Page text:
After Malevolent Creation’s sixth record titled In Cold Blood hit the scenes in 1997, three of the band members departed. Shortly afterward, said three members got in touch with each other and decided to play some music together. Before too long, they caught the attention of Olympic Records and managed to put a band together. With a similar skeleton to Malevolent Creation, they grew some flesh and skin of their own, giving birth to what is known as Divine Empire. They put out a total of four full-lengths starting in the late ‘90s. The whereabouts of the band is unknown, and I couldn’t find any recent activity anywhere, so as far as I’m concerned, they’re worthy of calling up from the grave. Or perhaps rescuing from an island maybe?
Although this was about a decade after the old school death metal style was breaking ground, it fits in perfectly with the Florida death movement. Redemption was their first and tightest record, and you can trace the influences easily right away in “Hidden Hatred.” The easiest comparison band-wise to make is mid-nineties Deicide, due in part by the double-tracked growls and shrieks. The rhythms and blasting drums fit with this very well just as much as they do with the slower menacing passages. “Induced Expulsion” is my favorite slow-burner, as the drum-work helps establish a build-up. The title track has a wall of speedy outbursts blended with a groovy mid-section that slays super hard. If any of Divine Empire’s releases could be labeled essential, this is it.
Final Grade: A-
Doomed To Inherit (2000)
Divine Empire started the new millennium with Doomed To Inherit, an album that didn’t stray very far from their debut, if at all. That’s a good album to draw from, but I’ll admit that it sounds like they just took previous ideas and blew them up with some air. However, there’s a handful of fun. “Truth Be Denied” has some of the thickest bass passages they’ve ever crafted, and the presence is similar to mid-90s Morbid Angel. The transition from short spurts of drum-blasts to lower trudges in “Repulsive” is beefy, and “Birth Of Legends” is a great tune as well. The latter one’s a tight instrumental with plenty of screeching licks to go around. Nothing they haven’t achieved previously, but a good record for sure.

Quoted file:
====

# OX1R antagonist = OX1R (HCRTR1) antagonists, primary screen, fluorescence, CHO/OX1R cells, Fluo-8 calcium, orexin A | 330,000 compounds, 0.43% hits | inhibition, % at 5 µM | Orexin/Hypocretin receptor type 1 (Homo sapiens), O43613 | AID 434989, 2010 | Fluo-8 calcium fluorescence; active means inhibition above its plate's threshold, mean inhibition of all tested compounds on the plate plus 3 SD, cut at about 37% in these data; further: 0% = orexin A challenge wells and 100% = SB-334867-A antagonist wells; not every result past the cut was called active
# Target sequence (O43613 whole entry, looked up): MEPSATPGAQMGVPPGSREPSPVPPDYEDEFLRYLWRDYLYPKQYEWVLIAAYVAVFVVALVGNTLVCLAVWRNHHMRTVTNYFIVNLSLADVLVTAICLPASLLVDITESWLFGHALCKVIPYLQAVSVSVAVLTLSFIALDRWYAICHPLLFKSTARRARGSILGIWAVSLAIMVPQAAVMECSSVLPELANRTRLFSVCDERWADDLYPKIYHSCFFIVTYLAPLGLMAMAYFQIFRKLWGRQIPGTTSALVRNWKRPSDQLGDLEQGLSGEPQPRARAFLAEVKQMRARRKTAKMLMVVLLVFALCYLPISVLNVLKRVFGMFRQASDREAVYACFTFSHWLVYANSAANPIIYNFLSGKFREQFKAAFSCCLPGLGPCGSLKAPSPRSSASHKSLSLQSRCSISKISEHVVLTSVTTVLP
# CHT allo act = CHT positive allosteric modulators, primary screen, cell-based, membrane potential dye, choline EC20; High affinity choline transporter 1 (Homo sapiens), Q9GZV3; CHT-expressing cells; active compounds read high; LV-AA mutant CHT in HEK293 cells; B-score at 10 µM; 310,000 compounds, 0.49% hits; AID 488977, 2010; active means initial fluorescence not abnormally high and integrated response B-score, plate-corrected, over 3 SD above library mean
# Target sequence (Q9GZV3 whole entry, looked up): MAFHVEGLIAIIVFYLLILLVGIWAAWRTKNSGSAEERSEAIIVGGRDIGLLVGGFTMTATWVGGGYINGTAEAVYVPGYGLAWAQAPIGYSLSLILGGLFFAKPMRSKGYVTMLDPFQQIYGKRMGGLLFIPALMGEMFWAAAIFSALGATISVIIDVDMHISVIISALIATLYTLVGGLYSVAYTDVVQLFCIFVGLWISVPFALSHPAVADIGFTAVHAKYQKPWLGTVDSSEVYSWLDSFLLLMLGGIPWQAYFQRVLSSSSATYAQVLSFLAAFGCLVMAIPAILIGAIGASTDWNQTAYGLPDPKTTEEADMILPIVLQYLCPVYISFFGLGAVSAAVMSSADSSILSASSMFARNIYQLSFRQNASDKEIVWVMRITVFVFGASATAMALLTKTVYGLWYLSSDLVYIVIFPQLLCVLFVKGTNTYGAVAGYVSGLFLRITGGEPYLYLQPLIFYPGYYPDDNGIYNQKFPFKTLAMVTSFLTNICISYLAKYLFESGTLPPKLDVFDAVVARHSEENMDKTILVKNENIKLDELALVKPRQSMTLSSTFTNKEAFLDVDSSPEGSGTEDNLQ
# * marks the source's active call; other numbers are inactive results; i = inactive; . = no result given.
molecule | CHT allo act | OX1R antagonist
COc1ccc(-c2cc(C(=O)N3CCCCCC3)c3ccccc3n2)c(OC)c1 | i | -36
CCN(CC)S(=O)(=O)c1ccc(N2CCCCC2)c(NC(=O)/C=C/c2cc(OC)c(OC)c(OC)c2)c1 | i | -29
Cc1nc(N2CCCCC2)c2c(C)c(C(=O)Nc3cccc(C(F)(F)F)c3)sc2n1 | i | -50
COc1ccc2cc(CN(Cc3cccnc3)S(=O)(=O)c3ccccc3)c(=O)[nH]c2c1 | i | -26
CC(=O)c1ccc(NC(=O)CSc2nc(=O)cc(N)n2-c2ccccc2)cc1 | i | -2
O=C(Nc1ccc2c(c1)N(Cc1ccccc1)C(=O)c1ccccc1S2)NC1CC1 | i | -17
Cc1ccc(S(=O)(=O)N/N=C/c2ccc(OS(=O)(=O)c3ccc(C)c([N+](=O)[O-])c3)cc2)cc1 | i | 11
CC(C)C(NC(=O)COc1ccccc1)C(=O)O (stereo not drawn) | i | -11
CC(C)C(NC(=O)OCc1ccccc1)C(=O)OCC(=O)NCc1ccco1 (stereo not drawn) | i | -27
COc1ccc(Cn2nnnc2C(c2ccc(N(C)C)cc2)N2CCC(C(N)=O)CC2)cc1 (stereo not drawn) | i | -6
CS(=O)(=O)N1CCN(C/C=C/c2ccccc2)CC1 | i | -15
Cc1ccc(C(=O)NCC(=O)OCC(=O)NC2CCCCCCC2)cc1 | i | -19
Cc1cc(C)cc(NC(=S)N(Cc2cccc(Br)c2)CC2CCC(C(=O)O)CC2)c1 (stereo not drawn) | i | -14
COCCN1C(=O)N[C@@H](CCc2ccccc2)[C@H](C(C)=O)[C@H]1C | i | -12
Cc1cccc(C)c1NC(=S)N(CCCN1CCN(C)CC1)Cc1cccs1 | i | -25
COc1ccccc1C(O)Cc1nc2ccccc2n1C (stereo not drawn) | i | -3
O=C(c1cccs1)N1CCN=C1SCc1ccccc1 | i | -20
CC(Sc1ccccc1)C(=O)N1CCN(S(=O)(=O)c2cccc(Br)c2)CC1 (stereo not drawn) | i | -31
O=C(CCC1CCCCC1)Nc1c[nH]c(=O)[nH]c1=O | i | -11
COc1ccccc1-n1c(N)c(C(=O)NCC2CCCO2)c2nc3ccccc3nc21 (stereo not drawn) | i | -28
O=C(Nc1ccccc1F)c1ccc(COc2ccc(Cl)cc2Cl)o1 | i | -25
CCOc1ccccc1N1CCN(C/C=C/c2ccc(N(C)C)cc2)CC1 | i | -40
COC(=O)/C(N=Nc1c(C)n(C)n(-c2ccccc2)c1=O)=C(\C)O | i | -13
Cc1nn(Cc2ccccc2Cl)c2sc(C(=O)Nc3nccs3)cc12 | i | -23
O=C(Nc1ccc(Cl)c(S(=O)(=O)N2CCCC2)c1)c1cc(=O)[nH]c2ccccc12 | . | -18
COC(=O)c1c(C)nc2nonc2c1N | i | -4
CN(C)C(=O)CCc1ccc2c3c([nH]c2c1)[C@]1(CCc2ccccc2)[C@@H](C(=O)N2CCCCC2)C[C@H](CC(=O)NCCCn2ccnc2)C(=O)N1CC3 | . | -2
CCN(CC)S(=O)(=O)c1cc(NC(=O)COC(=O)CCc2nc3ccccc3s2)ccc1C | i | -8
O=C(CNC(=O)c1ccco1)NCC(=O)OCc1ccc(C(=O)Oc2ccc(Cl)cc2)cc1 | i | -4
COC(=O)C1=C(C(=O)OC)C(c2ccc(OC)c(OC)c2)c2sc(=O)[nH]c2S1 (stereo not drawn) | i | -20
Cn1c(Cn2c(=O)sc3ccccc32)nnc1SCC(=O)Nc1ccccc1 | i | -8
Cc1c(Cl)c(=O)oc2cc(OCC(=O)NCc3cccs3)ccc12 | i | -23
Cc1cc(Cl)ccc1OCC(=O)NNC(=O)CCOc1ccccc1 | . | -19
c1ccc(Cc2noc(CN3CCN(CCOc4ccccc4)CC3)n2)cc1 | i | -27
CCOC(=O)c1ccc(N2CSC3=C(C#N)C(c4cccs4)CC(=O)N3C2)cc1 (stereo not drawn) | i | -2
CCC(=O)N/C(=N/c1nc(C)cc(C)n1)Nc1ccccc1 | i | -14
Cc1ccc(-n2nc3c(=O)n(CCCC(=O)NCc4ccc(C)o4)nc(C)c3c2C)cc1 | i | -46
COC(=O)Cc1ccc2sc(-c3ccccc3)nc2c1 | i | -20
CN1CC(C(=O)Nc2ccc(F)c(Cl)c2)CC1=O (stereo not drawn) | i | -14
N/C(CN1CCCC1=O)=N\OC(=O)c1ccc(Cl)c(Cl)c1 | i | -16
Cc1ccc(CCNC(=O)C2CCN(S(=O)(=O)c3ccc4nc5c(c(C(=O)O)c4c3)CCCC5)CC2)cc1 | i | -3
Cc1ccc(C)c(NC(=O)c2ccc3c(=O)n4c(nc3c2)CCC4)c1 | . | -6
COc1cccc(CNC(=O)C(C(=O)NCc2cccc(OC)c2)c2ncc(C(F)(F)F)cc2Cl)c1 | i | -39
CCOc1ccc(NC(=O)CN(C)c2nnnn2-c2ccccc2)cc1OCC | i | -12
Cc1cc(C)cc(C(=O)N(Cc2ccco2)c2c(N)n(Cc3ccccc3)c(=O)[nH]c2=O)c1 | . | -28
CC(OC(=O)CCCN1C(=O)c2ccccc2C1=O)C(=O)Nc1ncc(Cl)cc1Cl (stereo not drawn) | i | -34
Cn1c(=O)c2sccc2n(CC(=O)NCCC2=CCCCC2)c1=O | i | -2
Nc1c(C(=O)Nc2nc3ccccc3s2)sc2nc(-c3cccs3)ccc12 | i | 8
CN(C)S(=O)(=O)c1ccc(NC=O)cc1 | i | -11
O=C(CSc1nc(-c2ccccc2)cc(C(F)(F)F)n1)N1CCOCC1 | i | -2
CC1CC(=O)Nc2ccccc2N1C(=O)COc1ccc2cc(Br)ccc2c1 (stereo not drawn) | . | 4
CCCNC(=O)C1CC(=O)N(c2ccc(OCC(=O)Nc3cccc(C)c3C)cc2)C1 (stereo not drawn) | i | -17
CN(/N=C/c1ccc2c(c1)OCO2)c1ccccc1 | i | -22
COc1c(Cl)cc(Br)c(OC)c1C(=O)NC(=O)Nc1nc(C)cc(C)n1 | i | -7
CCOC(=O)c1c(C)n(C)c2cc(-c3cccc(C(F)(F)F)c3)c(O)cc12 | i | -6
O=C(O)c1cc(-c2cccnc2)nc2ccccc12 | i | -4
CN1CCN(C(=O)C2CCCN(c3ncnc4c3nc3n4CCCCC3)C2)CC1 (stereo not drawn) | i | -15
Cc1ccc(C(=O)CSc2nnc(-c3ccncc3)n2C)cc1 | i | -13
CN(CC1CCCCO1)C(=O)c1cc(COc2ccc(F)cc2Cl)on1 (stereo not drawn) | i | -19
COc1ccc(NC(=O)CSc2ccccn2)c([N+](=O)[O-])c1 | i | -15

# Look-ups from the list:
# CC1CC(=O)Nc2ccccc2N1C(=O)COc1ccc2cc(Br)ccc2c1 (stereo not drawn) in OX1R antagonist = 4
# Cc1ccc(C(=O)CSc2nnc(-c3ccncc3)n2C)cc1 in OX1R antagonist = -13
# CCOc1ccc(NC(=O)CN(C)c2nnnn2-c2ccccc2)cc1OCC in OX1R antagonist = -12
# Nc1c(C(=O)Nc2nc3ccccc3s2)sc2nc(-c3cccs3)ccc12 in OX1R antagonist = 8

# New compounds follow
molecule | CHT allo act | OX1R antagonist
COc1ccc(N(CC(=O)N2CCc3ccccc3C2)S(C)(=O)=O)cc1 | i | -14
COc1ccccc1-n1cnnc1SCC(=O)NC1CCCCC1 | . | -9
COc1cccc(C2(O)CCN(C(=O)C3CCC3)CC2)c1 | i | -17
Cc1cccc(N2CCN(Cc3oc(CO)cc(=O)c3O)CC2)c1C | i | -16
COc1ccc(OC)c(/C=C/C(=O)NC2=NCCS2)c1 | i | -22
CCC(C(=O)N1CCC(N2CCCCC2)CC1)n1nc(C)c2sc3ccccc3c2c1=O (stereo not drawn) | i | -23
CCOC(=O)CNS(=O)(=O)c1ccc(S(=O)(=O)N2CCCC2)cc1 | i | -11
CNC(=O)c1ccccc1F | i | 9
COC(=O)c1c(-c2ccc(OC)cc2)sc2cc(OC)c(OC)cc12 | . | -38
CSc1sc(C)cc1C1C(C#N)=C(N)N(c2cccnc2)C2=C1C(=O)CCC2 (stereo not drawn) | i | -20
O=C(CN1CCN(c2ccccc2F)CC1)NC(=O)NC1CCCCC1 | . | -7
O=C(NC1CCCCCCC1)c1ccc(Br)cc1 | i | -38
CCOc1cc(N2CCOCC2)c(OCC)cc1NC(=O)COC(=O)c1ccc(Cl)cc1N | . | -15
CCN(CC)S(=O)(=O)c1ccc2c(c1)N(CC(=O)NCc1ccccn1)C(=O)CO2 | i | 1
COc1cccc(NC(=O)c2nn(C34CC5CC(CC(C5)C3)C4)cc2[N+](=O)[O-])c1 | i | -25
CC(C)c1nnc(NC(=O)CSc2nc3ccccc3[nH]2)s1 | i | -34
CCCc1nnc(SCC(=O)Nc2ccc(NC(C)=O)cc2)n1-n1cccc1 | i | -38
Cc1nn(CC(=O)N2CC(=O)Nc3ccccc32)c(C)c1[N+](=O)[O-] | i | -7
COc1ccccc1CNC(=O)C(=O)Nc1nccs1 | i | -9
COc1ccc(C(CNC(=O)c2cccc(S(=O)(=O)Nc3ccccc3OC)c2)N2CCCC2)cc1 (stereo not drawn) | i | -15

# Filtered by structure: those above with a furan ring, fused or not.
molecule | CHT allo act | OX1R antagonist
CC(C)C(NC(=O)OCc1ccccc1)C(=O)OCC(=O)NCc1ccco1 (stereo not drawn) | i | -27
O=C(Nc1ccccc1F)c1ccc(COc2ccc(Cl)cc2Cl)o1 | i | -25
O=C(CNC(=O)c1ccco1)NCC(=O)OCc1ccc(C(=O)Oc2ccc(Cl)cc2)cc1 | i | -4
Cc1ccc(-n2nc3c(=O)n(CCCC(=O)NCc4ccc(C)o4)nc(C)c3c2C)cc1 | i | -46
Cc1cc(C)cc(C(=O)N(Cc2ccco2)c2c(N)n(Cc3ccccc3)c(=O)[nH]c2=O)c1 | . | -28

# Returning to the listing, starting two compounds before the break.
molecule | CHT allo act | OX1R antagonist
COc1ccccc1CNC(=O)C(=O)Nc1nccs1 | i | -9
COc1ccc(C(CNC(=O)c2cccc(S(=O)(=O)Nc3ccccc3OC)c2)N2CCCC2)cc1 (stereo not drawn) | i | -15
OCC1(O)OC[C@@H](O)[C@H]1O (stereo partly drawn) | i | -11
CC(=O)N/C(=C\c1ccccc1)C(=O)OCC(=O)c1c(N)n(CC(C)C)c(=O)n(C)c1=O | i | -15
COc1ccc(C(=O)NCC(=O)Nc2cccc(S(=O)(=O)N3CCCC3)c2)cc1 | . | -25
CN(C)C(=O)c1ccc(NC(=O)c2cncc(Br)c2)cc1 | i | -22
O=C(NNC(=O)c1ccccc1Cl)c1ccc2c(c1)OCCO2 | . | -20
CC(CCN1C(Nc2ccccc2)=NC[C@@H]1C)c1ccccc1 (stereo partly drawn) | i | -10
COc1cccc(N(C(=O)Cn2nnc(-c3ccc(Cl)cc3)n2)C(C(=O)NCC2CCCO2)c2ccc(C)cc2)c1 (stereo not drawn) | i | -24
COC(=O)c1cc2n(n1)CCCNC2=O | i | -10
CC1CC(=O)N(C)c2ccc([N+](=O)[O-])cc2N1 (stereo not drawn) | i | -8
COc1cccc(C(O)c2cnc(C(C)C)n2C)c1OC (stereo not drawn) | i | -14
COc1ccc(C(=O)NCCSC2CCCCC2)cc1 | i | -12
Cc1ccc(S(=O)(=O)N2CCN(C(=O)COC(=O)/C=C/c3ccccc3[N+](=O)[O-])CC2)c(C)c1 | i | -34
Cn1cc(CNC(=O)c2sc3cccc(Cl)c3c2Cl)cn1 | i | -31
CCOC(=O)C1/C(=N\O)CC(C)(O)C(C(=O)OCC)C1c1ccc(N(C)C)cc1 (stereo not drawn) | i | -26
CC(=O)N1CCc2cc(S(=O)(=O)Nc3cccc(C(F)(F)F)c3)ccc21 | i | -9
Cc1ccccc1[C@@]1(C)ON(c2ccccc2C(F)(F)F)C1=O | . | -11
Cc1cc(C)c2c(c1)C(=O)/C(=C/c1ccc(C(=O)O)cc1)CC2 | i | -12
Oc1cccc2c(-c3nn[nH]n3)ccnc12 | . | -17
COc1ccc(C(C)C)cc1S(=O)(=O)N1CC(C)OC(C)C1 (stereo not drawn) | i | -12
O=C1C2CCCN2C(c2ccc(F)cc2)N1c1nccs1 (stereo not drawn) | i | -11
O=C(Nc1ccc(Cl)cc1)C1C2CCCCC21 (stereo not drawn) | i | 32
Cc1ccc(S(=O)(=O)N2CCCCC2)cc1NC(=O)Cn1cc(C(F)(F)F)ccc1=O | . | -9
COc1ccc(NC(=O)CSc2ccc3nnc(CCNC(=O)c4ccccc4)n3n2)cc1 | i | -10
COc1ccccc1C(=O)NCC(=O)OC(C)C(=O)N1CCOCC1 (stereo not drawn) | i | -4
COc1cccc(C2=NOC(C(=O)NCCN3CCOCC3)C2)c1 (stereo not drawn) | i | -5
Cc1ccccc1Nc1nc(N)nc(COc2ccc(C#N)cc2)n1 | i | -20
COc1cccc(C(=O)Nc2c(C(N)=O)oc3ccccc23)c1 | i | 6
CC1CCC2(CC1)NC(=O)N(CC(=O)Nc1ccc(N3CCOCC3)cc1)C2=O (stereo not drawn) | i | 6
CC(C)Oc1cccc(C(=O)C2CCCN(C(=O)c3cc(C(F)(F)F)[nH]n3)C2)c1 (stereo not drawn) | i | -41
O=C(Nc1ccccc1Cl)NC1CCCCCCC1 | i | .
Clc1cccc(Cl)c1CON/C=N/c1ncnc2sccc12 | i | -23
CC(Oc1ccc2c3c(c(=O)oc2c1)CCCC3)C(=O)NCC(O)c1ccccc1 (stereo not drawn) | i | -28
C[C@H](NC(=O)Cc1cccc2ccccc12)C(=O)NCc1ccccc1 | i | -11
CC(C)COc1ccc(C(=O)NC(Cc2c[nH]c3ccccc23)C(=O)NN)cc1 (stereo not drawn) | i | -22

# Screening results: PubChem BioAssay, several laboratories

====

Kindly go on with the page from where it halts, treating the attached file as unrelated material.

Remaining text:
Final Grade: B
A few years later, Nostradamus brought us something a little bit different, but I assure you that it isn’t a double-concept album made from a heavy metal mold. Instead, it combines groove riffs with their death metal batter all the while bringing up the speed and intensity even more. What’s nice is that they don’t over-saturate the record with that, but I’ll admit that the songwriting is shoddy. You can find this all immediately in “Sacrifice In Vain,” and “Manifestation” overdoes the hell out of the pinch harmonics; truly it’s almost obnoxious. Inversely, the most impressive part is the proggy rhythms, easily heard in “Tribulation” placed perfectly behind the solo. This doesn’t even crack thirty minutes, so it’s an easy enough listen. I also give the band points for changing the formula up some; however it could definitely use some repairs.
Final Grade: C+
Method Of Execution (2005)
I’ll admit right away, I forgot Method Of Execution existed until I dug into the band to write this, but quite frankly, it didn’t need to. While they’ve created short and sweet albums up until this point, this one is almost an hour in length, and boy does it get exhausting quickly. Essentially it’s some hybrid of everything they’ve done previously blended together into one long disc that doesn’t go anywhere nor hold anything memorable. The variance between songs is almost non-existent, and although nothing is glaringly bad, nothing here is worth seeking out either. For the newcomers, I’d take a hard pass.
Final Grade: D-